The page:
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Local barber trims back time

A 40 year-old photo of Kazumi Oshiro, Army & Air Force Exchange Service barber shop manager, lies beside barber tools on Kadena Air Base, Japan, July 18, 2012. In 1965, when she started working, haircuts were 25 cents and shaving and shampooing cost 10 cents. (U.S. Air Force photo/Junko Kinjo)

A 40 year-old photo of Kazumi Oshiro, Army & Air Force Exchange Service barber shop manager, lies beside barber tools on Kadena Air Base, Japan, July 18, 2012. In 1965, when she started working, haircuts were 25 cents and shaving and shampooing cost 10 cents. (U.S. Air Force photo/Junko Kinjo)

Kazumi Oshiro, Army & Air Force Exchange Service barber shop manager, trims the hair of Airman 1st Class Richard Tato, 18th Component Maintenance Squadron, aerospace propulsions technician, on Kadena Air Base, Japan, July 18, 2012. Oshiro has been working at the base barber shop since 1965 and has trimmed an average of 200 customers per week, or 10,585 customers per year. (U.S. Air Force photo/Junko Kinjo)

Kazumi Oshiro, Army & Air Force Exchange Service barber shop manager, trims the hair of Airman 1st Class Richard Tato, 18th Component Maintenance Squadron, aerospace propulsions technician, on Kadena Air Base, Japan, July 18, 2012. Oshiro has been working at the base barber shop since 1965 and has trimmed an average of 200 customers per week, or 10,585 customers per year. (U.S. Air Force photo/Junko Kinjo)

Kazumi Oshiro, Army & Air Force Exchange Service barbershop manager, looks at an old photo taken more than 40 years ago, trimming the hair of a customer on Kadena Air Base, Japan, July 18, 2012. Oshiro has been working at the base barber shop since 1965 and has given an estimated 497,495 haircuts during her 47-year career. (U.S. Air Force photo/Junko Kinjo)

Kazumi Oshiro, Army & Air Force Exchange Service barbershop manager, looks at an old photo taken more than 40 years ago, trimming the hair of a customer on Kadena Air Base, Japan, July 18, 2012. Oshiro has been working at the base barber shop since 1965 and has given an estimated 497,495 haircuts during her 47-year career. (U.S. Air Force photo/Junko Kinjo)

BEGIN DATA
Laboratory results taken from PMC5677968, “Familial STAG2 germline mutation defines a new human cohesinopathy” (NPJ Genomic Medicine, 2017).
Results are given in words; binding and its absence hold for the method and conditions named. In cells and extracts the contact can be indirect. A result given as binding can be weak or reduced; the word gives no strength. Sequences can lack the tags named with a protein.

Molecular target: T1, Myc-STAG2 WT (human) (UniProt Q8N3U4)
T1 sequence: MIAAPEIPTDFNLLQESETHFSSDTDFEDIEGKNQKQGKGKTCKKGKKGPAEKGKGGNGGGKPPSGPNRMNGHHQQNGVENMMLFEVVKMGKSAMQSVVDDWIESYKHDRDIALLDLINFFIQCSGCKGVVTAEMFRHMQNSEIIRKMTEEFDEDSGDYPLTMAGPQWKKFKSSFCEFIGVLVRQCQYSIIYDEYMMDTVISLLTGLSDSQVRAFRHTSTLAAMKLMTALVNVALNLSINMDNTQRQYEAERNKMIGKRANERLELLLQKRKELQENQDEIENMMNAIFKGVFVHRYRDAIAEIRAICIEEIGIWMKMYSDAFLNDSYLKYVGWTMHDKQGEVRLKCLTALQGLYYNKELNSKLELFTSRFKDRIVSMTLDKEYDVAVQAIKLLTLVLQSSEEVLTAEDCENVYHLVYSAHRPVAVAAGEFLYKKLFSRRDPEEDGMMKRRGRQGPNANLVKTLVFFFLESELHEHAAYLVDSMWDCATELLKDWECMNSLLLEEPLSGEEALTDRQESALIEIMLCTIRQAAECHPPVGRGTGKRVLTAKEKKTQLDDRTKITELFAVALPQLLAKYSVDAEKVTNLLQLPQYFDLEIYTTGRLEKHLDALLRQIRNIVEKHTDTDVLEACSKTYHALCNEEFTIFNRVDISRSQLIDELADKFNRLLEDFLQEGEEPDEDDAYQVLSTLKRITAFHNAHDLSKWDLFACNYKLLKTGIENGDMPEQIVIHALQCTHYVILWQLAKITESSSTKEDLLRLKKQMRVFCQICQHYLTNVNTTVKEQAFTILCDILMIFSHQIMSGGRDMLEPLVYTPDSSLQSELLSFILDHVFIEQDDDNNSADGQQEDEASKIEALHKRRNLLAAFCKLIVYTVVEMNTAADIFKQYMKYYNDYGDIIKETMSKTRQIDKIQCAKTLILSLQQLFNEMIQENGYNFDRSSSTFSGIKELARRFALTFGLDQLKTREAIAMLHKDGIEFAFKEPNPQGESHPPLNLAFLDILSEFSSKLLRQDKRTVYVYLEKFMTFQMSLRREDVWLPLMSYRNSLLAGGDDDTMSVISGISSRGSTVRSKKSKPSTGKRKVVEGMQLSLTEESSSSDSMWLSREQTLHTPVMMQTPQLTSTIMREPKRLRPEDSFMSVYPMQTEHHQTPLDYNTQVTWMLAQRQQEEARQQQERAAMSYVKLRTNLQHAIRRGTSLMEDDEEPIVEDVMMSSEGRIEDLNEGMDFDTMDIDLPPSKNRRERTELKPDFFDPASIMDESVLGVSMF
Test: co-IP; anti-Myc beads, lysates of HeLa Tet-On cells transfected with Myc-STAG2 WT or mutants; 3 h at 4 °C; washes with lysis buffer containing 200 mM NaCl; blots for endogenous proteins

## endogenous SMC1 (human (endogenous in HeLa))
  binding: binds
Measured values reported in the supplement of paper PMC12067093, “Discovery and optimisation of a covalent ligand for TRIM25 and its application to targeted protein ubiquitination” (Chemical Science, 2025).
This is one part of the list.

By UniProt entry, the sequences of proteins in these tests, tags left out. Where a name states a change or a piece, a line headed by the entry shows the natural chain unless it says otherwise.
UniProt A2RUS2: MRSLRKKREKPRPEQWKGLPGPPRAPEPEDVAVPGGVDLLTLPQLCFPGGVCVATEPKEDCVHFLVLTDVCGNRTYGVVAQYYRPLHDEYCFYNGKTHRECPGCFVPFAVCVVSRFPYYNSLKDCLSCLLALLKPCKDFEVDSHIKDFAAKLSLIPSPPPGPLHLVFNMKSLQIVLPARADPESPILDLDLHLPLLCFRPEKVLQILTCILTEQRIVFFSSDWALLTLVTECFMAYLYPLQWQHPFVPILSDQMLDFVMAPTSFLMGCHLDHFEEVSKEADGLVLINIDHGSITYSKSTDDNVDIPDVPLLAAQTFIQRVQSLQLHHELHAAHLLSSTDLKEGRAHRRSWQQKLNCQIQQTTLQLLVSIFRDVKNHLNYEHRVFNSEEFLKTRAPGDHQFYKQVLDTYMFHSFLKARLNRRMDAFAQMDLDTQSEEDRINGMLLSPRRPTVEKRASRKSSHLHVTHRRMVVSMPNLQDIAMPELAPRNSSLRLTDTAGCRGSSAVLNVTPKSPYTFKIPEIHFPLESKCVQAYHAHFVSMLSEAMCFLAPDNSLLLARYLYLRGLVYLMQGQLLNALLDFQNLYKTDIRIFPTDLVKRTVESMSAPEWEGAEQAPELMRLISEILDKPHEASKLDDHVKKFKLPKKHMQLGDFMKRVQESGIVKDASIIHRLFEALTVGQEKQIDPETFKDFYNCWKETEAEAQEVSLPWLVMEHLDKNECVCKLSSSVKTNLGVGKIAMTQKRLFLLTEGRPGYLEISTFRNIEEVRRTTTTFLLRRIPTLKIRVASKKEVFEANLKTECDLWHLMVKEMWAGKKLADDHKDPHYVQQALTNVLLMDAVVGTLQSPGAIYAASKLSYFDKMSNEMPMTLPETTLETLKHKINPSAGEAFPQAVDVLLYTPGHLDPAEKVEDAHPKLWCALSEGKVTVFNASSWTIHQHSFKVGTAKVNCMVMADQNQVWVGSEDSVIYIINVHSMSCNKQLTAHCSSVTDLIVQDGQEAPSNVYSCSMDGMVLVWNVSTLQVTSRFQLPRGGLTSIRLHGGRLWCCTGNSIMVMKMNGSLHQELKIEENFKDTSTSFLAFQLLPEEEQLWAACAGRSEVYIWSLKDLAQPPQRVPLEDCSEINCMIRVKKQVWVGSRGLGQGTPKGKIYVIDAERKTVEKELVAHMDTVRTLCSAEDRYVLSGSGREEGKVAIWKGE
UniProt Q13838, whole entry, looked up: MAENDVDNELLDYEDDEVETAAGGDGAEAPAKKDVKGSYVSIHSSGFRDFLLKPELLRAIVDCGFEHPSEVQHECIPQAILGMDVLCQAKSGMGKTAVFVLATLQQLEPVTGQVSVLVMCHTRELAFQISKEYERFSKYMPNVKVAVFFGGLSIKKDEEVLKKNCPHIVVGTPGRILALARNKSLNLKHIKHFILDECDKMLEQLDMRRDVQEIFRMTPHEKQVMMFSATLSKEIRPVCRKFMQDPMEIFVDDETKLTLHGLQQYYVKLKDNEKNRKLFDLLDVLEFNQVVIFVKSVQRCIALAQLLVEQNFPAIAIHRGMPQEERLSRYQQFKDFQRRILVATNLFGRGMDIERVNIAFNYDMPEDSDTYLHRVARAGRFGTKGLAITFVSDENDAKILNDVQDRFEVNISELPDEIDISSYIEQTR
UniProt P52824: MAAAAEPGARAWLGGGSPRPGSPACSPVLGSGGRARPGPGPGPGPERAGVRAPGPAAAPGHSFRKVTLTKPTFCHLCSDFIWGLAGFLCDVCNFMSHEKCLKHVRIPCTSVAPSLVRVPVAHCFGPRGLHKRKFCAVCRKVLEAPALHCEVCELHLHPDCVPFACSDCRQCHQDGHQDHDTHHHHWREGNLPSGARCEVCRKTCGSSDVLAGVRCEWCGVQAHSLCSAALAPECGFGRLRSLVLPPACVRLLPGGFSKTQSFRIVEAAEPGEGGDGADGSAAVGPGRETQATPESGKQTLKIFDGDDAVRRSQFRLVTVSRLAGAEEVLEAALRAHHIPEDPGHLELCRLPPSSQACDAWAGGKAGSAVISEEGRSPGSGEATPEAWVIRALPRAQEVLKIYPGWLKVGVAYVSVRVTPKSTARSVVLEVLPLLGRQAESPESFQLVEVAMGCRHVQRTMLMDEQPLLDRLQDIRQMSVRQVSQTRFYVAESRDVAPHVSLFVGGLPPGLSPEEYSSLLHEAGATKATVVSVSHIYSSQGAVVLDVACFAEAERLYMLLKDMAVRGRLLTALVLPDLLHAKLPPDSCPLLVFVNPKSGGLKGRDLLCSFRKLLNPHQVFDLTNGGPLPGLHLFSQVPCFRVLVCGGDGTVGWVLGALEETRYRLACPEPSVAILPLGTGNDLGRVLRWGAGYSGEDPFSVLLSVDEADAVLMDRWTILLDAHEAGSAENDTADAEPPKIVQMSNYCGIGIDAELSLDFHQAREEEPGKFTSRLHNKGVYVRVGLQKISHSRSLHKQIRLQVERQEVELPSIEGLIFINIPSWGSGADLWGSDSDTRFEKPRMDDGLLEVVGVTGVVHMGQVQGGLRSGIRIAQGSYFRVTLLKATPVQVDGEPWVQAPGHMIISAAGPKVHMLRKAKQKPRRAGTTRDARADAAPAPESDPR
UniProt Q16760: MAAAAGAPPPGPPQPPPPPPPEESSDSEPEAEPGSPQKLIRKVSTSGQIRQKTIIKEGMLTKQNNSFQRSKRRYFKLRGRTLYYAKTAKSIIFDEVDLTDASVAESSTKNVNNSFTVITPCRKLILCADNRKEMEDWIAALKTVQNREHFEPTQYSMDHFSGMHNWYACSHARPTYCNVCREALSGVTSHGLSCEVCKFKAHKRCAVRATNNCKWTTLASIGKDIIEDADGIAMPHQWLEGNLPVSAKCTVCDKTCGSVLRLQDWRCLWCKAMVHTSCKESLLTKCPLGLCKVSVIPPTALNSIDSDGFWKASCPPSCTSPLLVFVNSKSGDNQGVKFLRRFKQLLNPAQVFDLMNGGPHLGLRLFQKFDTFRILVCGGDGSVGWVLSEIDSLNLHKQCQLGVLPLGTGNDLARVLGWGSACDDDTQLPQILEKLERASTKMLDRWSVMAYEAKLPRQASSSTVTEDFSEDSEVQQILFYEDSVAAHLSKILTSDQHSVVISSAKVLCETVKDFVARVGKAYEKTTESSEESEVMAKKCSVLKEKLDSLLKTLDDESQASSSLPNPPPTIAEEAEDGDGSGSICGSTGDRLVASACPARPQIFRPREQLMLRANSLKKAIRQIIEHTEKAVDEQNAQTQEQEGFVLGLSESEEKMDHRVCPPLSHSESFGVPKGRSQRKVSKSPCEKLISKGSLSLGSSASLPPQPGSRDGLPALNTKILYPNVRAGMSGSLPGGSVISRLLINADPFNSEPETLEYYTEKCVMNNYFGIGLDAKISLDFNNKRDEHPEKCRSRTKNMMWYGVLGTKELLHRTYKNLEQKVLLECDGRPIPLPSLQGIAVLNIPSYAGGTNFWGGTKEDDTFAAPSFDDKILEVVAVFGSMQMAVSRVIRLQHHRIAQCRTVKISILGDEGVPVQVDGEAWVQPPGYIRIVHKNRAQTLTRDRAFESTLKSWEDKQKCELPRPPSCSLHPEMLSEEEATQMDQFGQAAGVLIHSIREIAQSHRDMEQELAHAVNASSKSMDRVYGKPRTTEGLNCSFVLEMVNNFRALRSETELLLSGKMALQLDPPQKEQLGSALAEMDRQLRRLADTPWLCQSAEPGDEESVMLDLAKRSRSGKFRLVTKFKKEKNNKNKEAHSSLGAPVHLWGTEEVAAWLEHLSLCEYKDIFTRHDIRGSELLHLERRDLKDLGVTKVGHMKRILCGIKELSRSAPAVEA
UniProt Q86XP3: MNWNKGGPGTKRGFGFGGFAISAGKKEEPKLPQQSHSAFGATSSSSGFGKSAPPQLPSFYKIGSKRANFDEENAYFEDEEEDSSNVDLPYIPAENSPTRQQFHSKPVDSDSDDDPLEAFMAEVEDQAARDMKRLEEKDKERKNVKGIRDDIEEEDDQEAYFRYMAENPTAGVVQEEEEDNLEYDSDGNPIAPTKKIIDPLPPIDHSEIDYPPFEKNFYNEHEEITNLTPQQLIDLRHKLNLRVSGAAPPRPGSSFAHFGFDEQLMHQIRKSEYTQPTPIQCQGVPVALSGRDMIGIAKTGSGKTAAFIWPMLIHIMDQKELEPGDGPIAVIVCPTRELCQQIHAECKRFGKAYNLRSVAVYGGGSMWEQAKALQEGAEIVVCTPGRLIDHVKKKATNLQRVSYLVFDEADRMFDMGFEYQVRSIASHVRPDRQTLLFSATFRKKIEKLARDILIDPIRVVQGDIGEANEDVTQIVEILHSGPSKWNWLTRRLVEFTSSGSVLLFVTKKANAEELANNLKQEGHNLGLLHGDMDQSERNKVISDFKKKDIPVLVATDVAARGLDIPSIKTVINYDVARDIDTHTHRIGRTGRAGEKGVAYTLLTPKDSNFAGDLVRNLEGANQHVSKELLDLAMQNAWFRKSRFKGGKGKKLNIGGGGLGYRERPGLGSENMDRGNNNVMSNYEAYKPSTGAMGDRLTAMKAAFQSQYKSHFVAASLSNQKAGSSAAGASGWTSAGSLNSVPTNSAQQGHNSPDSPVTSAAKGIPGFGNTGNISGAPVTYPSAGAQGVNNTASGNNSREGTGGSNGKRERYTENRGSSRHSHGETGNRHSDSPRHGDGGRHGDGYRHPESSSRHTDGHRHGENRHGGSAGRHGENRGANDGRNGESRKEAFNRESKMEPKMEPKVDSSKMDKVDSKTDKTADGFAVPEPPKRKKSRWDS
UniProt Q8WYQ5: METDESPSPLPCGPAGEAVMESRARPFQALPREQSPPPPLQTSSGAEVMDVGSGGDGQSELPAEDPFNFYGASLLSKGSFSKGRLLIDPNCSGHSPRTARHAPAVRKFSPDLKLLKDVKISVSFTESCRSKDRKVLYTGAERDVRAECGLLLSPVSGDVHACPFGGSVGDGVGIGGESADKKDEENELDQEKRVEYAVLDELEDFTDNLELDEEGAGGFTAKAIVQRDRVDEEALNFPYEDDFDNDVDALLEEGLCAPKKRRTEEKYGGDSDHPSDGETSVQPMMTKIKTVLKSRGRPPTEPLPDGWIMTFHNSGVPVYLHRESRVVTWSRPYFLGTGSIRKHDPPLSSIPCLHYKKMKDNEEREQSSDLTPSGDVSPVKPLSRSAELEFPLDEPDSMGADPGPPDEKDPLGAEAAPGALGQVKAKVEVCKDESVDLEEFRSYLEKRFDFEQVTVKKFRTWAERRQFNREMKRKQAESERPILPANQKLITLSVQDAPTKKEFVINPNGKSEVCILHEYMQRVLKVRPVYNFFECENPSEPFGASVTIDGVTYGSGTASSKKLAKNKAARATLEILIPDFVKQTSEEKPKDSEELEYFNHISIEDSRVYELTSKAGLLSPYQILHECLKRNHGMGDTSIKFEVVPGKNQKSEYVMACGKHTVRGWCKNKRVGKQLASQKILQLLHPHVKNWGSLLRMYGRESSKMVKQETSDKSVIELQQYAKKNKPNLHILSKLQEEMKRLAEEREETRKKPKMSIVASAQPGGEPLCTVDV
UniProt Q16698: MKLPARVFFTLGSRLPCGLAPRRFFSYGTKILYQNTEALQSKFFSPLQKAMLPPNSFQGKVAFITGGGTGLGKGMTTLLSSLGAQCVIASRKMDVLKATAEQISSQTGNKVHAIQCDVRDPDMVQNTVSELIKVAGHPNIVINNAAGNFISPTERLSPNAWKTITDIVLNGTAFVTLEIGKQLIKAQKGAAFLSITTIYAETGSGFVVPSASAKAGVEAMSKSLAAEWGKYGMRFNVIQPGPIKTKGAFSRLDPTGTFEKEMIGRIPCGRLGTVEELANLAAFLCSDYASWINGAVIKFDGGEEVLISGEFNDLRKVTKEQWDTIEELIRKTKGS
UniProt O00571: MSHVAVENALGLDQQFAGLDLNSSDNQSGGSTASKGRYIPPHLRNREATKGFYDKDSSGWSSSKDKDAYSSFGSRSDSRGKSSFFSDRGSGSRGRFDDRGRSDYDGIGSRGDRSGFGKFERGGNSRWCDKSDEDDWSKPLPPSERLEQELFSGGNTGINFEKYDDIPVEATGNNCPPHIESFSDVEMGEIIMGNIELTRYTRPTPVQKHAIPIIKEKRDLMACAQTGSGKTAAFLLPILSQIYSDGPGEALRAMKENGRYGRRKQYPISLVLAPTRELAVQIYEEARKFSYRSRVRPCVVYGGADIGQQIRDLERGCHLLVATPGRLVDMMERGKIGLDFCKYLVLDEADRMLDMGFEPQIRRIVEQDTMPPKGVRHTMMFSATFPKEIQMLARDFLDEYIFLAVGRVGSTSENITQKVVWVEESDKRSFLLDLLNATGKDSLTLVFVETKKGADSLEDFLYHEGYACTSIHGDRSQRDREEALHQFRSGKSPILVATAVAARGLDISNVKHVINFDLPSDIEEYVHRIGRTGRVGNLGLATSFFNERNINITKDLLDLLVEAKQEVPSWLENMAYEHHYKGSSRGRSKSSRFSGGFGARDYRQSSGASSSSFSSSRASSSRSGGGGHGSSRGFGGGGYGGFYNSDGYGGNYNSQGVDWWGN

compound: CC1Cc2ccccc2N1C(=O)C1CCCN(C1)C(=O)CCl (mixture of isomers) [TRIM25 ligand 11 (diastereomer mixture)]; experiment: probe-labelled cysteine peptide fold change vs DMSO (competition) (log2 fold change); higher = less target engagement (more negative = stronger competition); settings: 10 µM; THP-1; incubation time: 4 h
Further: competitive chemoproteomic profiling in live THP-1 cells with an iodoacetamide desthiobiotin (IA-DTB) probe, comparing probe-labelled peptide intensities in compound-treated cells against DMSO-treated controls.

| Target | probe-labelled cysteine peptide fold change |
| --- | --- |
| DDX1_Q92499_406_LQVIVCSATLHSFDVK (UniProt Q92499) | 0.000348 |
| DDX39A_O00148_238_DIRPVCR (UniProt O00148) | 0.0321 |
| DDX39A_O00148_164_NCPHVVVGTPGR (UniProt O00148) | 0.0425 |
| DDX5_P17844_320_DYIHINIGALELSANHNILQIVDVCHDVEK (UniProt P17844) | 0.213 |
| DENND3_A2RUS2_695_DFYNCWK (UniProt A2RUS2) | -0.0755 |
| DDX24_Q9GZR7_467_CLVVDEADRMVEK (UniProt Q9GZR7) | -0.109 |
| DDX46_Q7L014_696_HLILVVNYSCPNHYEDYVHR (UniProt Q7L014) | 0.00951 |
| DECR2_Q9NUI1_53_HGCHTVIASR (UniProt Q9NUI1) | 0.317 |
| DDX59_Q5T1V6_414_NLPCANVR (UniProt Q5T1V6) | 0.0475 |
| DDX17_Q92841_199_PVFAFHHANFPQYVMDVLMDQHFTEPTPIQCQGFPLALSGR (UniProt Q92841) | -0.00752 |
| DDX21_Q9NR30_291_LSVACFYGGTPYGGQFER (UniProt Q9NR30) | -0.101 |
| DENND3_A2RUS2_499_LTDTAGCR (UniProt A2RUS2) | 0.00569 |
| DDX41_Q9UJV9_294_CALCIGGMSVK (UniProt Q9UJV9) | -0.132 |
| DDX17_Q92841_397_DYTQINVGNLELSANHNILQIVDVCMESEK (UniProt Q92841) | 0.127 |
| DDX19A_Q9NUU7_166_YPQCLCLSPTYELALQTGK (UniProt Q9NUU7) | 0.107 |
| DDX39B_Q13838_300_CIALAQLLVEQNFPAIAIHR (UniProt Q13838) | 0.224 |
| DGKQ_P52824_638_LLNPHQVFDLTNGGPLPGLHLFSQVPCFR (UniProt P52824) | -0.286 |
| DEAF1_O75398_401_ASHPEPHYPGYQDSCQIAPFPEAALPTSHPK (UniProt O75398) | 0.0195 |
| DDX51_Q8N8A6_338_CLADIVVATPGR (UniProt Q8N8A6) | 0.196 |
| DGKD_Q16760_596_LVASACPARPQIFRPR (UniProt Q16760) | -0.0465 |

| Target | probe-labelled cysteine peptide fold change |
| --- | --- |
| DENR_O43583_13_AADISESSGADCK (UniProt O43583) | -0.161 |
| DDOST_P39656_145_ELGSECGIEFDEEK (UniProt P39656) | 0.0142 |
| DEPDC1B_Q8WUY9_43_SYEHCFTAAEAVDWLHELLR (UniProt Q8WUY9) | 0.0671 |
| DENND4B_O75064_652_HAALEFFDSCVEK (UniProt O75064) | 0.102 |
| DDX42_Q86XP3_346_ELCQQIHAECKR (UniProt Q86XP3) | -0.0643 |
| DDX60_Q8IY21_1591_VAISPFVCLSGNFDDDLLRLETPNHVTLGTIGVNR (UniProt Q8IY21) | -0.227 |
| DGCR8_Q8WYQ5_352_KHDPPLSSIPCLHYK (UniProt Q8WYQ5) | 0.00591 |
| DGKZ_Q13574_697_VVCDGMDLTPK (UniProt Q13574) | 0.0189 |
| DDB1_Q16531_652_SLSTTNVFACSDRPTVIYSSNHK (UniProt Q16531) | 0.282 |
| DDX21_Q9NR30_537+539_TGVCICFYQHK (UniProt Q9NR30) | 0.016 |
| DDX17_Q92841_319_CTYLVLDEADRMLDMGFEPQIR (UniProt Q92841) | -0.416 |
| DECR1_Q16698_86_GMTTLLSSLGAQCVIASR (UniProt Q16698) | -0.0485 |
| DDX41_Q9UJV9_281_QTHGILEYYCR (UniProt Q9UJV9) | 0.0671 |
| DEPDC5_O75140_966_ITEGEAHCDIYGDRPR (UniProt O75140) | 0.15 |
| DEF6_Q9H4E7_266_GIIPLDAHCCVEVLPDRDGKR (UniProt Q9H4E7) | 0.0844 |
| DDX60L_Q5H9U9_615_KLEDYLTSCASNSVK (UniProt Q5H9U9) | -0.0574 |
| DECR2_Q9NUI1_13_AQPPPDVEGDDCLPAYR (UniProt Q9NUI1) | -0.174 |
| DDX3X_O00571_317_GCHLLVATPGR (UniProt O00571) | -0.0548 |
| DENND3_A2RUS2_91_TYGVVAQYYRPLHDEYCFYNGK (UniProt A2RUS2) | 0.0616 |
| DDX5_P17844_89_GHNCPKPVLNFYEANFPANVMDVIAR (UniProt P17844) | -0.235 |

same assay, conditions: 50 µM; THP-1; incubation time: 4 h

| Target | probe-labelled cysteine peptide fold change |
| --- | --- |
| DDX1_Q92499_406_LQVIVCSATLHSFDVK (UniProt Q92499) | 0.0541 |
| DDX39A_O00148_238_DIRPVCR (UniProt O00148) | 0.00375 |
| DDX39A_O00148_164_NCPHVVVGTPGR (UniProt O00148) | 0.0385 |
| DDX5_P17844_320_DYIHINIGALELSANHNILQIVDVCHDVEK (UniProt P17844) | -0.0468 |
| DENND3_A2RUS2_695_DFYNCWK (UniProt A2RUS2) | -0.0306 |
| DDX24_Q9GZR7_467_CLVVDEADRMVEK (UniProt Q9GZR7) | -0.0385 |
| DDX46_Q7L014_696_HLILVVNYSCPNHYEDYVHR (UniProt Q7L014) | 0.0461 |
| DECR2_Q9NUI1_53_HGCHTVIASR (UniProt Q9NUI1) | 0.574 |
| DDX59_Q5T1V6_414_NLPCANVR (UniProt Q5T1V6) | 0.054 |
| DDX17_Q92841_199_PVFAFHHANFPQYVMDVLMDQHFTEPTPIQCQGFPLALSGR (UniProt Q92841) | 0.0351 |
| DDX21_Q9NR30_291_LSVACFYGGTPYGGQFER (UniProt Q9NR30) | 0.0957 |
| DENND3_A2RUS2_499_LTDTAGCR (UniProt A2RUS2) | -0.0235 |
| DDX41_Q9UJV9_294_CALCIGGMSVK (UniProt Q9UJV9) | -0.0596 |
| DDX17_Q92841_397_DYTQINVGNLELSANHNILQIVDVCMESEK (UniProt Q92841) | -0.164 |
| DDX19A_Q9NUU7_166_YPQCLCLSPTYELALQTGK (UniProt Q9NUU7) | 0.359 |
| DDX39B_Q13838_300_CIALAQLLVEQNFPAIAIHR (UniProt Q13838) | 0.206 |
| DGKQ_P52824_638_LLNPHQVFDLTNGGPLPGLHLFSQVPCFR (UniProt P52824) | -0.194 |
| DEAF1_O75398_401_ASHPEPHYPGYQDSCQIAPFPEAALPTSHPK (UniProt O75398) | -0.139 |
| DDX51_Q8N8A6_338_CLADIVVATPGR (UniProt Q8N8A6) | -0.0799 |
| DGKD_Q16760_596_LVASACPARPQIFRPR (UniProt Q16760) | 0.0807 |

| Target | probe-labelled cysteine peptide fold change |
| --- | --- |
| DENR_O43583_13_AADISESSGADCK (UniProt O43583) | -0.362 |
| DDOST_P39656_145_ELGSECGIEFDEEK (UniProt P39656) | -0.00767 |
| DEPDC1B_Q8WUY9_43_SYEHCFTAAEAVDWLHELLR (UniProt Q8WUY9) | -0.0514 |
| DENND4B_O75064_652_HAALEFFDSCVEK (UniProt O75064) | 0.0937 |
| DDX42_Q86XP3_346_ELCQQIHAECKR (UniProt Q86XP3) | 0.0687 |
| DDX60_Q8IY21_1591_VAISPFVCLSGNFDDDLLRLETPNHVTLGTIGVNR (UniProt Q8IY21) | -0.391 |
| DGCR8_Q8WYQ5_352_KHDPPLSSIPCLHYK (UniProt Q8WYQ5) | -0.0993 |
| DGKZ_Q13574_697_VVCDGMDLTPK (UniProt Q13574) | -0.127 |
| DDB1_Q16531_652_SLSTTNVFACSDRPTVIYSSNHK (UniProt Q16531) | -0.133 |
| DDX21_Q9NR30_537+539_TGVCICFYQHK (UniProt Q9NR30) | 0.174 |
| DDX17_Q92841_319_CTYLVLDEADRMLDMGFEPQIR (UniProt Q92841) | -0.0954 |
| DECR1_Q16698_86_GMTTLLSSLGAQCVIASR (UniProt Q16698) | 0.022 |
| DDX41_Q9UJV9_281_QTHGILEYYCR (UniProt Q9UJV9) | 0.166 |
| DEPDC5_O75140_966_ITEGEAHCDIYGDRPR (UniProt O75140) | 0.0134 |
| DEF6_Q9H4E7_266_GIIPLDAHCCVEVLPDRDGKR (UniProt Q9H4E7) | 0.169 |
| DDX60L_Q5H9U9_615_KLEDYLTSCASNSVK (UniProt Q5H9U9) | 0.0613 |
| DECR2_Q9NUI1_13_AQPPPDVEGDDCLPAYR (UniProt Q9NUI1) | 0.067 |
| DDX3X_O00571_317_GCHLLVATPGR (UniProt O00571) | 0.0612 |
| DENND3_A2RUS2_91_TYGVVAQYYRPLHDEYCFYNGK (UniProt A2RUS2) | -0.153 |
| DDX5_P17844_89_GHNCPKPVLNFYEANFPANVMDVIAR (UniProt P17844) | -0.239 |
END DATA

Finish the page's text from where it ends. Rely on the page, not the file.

KADENA AIR BASE, Japan -- For a service member, everyday life requires them to follow rules and regulations, which includes keeping up with high standards of conduct and looking sharp.

One of the many regulations all service members are required to uphold states that they "will be clean, well-groomed and present a professional appearance."

A person's hair is always growing, so they're always going to need a place to get it cut. That is why Air Force bases all over the world have barber shops. While there may be a lot of barbers on-island, there's one that stands out among the rest at Kadena.

Oshiro Kazumi has been cutting service members' hair here since 1965. She's the manager of the Base Exchange barber shop on Kadena and has been keeping service members' hair within regulation since she was only 19 years old.

When she first started, she was working and going to night school.

"There was an opening on Kadena Air Base barber shop," Kazumi reflecting on her starting days. "It was hard and I was lucky to get (the position) as a young person to be able to work on Kadena. At night I went to school (to get my) Training Instructor's License and Hairdresser Beautician License."

Working at the same place for more than four decades, she has trimmed hair of all ranks and all types of family members.

Kazumi said that throughout the years customers and hairstyles change, then sometimes come back, 10 years later. She also remembers one specific child who came back, as an officer years later.

"It feels like seeing my family again," the 47-year veteran said as a smile spread across her face.

She trims from a variety of customers. From generals to young enlisted. Sometimes she cuts the hair of young women and children, but most often for the men. She trims 200 customers in a week and nearly 10,600 customers annually. Over the span of her 47-year career, Kazumi has cut the hair of more than 497,000 customers.

Today a hair cut costs 790 yen, or $10.25, and shaving and shampoo costs 350 yen or $4.35. Back when Kazumi first started, prices were a little different.

"You will smile, but I want to tell you this, a hair cut was 25 cents, one coin shaving and shampoo was 10 cents," explained the Okinawan originally from Ikei Island.

Among the price changes throughout the years, trends for hair styles have changed too. For instance; the induction cut, the flat top, the crew cut, the high and tight still exist, while the Air Force style 3,5,10 or horseshoe is no longer around.

Kazumi has a motto that is important to her. It goes, "customer service and strict sanitation. It is important to look into a customer's eyes and greet them, while always using the words please, or 'douzo,' before seating. After that, the communication is freestyle. Once we cut and use the tool, it is sanitized each time before we use it on the next customer."

As a manager, Kazumi conducts meetings with the other barbers and trains them in various areas - especially strict sanitation techniques, customer service and troubleshooting customer service complaints to ensure the staff can prevent negative feedback in the future.

"I love the job very much as you can see I'm healthy and have a smile," she said. "It's really peaceful. I hope the exchange and the company keeps this continuing effort and I would like to keep working as long as I am healthy. From now on, I would like to (provide support) for the young people."